Something else that’s important to the series in Baker’s eyes is being true to the character, and making sure the character stays in character, otherwise, why have a Plastic Man series at all?

”One of my favorite comics was the old Jack Kirby Fantastic Four where everybody was in character,” Baker said. “I haven’t read it in years, so I’m not sure what they do now, but that stuff was very much about the fights, but they still kept the characters. The Thing acted like the Thing all the time. Mr. Fantastic always acted like Mr. Fantastic. That’s my problem with a lot of the other DC comics where Plastic Man has shown up – he was just another guy in a costume. You need to have Plastic Man solve a problem in a way that only he can solve a problem.

“A lot of these characters have had a lot of thought put into them – Superman and Batman for example. You can actually see a difference in personality between the two of them. If they solve a crime together, they have different approaches to it. But then, there are pretty much characters who are treated like generic characters, despite their powers, who usually end up solving a problem by hitting someone. Anyone can hit someone else.

”Plastic Man was always the good guy – and there is a character there. Woozy [Winks] is a solid character as well, so a lot of this stuff is already worked out. Now, it’s largely a matter of getting stuff back to what was working in the first place.”

Along with sticking to his “old school” rule of telling the story with pictures, Baker said another maxim he holds to is one so simple it’s often overlooked: assume that any comic is the first issue a person is picking up, and knows nothing coming into it.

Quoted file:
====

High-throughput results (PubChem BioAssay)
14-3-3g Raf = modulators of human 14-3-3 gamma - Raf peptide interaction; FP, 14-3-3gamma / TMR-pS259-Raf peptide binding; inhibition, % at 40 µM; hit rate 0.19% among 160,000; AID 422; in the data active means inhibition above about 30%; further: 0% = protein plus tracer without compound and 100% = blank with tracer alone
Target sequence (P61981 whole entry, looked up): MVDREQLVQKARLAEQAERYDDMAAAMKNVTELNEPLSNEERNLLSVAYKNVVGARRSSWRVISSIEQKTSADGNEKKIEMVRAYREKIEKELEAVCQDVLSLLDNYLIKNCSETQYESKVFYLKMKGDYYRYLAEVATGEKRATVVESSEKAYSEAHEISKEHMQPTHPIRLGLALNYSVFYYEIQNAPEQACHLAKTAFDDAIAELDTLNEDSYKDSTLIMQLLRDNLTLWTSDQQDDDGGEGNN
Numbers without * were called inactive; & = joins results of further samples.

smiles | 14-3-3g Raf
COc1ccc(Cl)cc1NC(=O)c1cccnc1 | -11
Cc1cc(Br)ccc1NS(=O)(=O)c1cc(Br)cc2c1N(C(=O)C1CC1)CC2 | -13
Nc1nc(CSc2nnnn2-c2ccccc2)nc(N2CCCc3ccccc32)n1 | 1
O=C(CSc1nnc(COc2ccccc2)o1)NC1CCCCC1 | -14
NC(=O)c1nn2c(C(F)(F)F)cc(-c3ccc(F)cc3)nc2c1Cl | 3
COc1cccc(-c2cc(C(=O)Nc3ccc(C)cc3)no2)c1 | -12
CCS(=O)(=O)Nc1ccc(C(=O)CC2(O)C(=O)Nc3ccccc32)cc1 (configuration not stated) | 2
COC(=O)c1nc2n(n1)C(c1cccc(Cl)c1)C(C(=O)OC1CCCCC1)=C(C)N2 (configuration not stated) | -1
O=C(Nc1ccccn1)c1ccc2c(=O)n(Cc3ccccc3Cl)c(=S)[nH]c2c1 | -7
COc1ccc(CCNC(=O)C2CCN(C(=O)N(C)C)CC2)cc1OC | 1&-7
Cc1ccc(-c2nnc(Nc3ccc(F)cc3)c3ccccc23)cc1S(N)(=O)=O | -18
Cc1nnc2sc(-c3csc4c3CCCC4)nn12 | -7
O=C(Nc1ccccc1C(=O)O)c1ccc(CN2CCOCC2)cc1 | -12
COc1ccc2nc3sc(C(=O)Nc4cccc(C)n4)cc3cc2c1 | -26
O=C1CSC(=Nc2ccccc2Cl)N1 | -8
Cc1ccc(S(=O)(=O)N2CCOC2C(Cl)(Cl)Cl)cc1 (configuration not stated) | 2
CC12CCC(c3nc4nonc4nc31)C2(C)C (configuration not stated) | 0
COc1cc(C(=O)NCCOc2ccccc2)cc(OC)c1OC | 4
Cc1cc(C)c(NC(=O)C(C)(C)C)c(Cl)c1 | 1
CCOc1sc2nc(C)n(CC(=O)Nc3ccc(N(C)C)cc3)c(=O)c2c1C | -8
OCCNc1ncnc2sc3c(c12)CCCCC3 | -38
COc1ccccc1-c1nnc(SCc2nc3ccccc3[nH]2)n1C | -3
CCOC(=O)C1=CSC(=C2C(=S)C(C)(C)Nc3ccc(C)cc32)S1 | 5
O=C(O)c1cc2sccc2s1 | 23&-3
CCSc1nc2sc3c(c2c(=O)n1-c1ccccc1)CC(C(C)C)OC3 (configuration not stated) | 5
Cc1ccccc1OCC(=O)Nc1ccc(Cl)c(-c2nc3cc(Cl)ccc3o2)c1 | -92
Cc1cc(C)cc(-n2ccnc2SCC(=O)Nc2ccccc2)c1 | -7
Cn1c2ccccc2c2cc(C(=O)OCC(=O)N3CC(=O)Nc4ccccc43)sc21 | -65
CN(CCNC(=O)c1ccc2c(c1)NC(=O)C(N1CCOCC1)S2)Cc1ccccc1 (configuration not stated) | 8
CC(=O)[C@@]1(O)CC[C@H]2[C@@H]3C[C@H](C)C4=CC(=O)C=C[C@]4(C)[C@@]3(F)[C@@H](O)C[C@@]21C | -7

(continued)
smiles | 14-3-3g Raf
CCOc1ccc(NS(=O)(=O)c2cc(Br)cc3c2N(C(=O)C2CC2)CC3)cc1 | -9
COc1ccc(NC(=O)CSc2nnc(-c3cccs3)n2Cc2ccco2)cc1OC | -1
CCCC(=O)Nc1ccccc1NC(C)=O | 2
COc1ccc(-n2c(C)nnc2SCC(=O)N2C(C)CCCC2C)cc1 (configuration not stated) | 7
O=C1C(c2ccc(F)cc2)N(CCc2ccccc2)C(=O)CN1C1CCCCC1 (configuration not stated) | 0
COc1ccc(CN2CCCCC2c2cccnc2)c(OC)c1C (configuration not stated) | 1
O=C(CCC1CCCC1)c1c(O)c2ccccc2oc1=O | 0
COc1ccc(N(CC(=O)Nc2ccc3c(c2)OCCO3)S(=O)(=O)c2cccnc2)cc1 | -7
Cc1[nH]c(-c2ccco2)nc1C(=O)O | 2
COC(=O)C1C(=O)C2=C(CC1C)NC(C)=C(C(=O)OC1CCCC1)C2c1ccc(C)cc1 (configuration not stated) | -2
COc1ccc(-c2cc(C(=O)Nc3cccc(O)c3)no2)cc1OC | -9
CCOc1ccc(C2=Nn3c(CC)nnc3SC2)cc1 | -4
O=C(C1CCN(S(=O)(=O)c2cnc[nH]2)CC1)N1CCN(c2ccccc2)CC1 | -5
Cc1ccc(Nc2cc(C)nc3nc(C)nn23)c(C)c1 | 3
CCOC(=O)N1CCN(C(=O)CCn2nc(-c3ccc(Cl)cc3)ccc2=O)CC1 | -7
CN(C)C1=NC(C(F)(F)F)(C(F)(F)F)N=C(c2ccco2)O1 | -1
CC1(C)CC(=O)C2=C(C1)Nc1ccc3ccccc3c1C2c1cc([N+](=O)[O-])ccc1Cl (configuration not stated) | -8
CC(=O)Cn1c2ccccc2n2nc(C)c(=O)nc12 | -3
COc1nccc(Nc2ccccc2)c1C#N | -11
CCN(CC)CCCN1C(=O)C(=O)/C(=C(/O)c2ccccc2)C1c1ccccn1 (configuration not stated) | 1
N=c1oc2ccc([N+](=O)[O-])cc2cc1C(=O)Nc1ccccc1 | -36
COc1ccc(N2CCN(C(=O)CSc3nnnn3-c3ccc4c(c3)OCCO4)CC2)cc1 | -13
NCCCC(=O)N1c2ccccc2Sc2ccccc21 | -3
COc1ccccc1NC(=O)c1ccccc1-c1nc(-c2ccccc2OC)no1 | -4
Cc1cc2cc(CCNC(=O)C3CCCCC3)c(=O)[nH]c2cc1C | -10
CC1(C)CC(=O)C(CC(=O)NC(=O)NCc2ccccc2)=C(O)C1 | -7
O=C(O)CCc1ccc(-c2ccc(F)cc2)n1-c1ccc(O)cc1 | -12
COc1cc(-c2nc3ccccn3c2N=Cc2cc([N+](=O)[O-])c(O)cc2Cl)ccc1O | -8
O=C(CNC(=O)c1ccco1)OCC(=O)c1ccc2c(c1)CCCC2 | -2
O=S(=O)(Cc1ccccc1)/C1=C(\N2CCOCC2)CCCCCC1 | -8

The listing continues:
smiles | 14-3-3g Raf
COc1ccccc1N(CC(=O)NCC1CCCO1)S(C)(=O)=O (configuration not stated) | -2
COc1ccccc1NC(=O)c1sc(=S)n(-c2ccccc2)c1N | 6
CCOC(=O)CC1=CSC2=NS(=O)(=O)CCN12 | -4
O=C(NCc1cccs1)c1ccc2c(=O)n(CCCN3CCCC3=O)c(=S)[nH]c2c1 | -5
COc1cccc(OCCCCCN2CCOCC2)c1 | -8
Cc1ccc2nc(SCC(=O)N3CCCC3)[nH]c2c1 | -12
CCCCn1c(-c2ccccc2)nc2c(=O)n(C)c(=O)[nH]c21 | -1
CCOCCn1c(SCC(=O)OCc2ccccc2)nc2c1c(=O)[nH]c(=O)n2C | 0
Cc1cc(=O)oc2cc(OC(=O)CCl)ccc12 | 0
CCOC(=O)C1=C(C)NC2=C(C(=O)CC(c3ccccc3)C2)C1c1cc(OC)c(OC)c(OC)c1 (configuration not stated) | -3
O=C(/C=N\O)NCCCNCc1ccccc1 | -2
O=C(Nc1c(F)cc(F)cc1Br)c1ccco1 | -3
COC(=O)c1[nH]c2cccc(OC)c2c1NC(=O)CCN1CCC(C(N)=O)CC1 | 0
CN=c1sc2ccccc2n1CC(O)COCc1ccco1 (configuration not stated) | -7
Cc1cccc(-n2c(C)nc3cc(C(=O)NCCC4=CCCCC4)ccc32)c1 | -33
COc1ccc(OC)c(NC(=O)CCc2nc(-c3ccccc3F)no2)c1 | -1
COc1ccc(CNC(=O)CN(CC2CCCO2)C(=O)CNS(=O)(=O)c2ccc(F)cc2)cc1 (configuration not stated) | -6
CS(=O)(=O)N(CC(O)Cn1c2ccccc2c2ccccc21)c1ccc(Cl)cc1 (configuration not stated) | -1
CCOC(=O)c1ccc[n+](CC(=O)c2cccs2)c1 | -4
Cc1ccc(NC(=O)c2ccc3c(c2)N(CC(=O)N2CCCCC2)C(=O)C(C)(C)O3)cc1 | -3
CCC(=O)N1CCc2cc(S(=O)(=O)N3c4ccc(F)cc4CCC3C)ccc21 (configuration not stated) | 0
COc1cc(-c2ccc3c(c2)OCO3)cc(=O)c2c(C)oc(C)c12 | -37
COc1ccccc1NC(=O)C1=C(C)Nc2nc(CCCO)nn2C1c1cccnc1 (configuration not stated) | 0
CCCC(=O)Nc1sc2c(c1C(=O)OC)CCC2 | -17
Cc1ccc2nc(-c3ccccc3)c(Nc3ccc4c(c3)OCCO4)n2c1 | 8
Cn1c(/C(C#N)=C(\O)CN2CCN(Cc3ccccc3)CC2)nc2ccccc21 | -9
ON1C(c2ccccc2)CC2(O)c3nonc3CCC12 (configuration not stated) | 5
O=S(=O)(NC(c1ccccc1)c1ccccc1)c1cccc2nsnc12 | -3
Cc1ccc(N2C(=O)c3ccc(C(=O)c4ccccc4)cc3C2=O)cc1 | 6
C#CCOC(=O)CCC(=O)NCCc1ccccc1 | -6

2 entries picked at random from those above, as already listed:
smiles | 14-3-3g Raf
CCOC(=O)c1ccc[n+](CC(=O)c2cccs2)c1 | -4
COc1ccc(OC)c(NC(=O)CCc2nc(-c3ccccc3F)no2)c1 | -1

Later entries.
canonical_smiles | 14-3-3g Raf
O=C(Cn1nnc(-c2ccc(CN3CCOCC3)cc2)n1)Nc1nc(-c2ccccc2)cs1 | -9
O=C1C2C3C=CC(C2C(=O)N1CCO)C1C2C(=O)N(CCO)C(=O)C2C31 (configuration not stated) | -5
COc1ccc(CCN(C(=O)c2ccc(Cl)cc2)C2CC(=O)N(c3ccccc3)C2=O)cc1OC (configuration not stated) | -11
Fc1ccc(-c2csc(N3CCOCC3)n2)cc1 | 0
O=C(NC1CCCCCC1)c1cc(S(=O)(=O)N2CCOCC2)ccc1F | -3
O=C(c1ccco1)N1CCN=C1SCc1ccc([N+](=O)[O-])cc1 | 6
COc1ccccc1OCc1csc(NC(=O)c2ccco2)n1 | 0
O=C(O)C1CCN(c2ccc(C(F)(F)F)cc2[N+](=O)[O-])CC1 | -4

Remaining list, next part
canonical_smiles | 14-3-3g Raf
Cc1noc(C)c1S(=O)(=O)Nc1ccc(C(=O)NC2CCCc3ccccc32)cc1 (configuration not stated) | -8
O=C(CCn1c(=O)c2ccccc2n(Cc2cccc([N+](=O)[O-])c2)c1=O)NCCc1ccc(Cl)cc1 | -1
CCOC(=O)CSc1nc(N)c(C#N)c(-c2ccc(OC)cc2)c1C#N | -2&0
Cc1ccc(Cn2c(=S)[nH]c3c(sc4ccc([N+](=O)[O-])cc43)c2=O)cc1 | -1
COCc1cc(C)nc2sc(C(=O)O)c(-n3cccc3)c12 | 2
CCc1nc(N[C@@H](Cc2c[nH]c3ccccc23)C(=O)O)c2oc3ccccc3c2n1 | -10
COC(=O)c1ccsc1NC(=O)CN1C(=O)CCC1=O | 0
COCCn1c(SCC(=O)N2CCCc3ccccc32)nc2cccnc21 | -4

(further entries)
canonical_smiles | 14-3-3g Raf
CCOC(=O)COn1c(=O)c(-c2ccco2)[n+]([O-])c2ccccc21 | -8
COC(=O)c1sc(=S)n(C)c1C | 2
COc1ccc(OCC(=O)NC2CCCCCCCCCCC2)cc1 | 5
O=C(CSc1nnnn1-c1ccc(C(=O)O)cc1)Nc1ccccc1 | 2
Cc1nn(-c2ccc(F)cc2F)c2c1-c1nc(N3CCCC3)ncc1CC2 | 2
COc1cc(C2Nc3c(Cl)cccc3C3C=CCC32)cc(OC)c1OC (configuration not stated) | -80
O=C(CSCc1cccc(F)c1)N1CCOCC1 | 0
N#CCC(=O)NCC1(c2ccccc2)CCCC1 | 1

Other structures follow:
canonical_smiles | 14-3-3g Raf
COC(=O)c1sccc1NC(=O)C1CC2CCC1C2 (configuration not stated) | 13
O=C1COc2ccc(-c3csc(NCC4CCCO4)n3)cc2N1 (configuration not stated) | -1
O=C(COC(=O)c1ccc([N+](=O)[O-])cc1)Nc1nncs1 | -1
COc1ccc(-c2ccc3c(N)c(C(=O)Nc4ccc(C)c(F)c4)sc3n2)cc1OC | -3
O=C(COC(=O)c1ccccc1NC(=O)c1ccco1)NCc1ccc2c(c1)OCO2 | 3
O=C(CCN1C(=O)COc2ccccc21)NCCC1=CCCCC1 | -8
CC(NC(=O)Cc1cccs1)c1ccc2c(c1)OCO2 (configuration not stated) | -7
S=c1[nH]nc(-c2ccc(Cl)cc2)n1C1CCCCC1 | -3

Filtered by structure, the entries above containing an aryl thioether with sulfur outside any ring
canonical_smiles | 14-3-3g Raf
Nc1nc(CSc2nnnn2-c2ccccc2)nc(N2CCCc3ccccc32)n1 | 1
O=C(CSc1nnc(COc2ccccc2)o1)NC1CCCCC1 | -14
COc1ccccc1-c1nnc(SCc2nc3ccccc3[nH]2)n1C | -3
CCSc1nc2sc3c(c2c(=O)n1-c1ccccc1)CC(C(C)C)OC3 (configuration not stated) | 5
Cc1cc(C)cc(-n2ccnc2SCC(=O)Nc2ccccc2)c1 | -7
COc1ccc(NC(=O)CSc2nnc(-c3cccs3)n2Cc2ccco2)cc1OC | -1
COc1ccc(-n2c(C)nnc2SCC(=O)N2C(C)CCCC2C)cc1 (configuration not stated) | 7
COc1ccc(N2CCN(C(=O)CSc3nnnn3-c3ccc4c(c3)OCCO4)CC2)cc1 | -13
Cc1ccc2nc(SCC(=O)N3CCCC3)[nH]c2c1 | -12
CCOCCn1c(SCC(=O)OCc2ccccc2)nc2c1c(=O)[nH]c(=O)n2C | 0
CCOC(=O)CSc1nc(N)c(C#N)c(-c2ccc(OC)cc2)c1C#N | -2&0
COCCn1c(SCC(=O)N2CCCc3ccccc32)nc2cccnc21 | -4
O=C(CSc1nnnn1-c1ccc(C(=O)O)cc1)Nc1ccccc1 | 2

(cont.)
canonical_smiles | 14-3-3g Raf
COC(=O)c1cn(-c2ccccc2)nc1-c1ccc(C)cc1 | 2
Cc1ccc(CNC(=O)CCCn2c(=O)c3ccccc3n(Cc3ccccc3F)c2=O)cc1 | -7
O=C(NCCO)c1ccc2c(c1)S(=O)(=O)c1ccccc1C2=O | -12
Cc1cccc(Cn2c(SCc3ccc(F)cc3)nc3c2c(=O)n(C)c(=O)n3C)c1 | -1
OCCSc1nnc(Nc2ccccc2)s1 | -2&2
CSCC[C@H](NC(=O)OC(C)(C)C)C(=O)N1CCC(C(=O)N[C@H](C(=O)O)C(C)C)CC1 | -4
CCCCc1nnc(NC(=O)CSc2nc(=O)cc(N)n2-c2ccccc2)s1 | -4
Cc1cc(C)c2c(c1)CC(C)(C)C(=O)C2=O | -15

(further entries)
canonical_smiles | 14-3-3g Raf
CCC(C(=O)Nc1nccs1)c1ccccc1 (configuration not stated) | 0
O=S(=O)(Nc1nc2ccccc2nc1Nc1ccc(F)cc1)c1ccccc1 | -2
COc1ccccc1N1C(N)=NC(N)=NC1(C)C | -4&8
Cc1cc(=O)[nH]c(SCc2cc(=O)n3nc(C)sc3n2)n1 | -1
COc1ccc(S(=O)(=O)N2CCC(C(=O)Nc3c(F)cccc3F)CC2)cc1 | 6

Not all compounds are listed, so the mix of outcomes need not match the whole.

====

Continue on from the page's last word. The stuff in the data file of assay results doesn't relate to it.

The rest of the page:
”One of the reasons I don’t read a lot of comic books is that I try and can’t follow them,” Baker said. “I’ve been doing this for 20 years, and I don’t know what the hell is going on in some of these books. Whenever you do one of these jobs, you have to read up on some of the older issues so you know what’s been going on, so for Plastic Man, I read a bunch of JLA issues. People show up and I have no idea who they are, and it’s done as a big reveal. I don’t know if I’m supposed to be happy that it’s the character or sad that it’s that character. Fixing that is something as simple as adding a line of dialogue.

“I decided to tell the whole origin story in Plastic Man #1, because it’s the first issue, but all you have to do is have a simple line of dialogue if you’re not telling the origin – ‘Ever since the accident that robbed me of my sight, I’ve had super-senses.’ It takes five seconds, and it doesn’t run the book, and it used to be the rule. That’s one of the big things that are killing us. I go to conventions and stores, and the fans are getting older and older. We’re going to end up like dime novels – those were a huge market and collectible until their entire fanbase died. Literally died.”

Back to happier thoughts, as mentioned earlier, the Plastic Man series’ storyline will run the storyline from the graphic novel in its first four issue – something that only required a slight shift on Baker’s part. “The only thing that had to be figured out was to figure out the breaks within the larger story from the graphic novel and add in cliffhangers,” Baker said. “It used to be that every issue had to be satisfying on some level. We tried to stay away from continuing stories. Again, a lot of it was due to distribution – you couldn’t be sure that your reader was going to be able to get to the 7-11 next month, or that book would be there if they did, so you tried to have a self-contained story.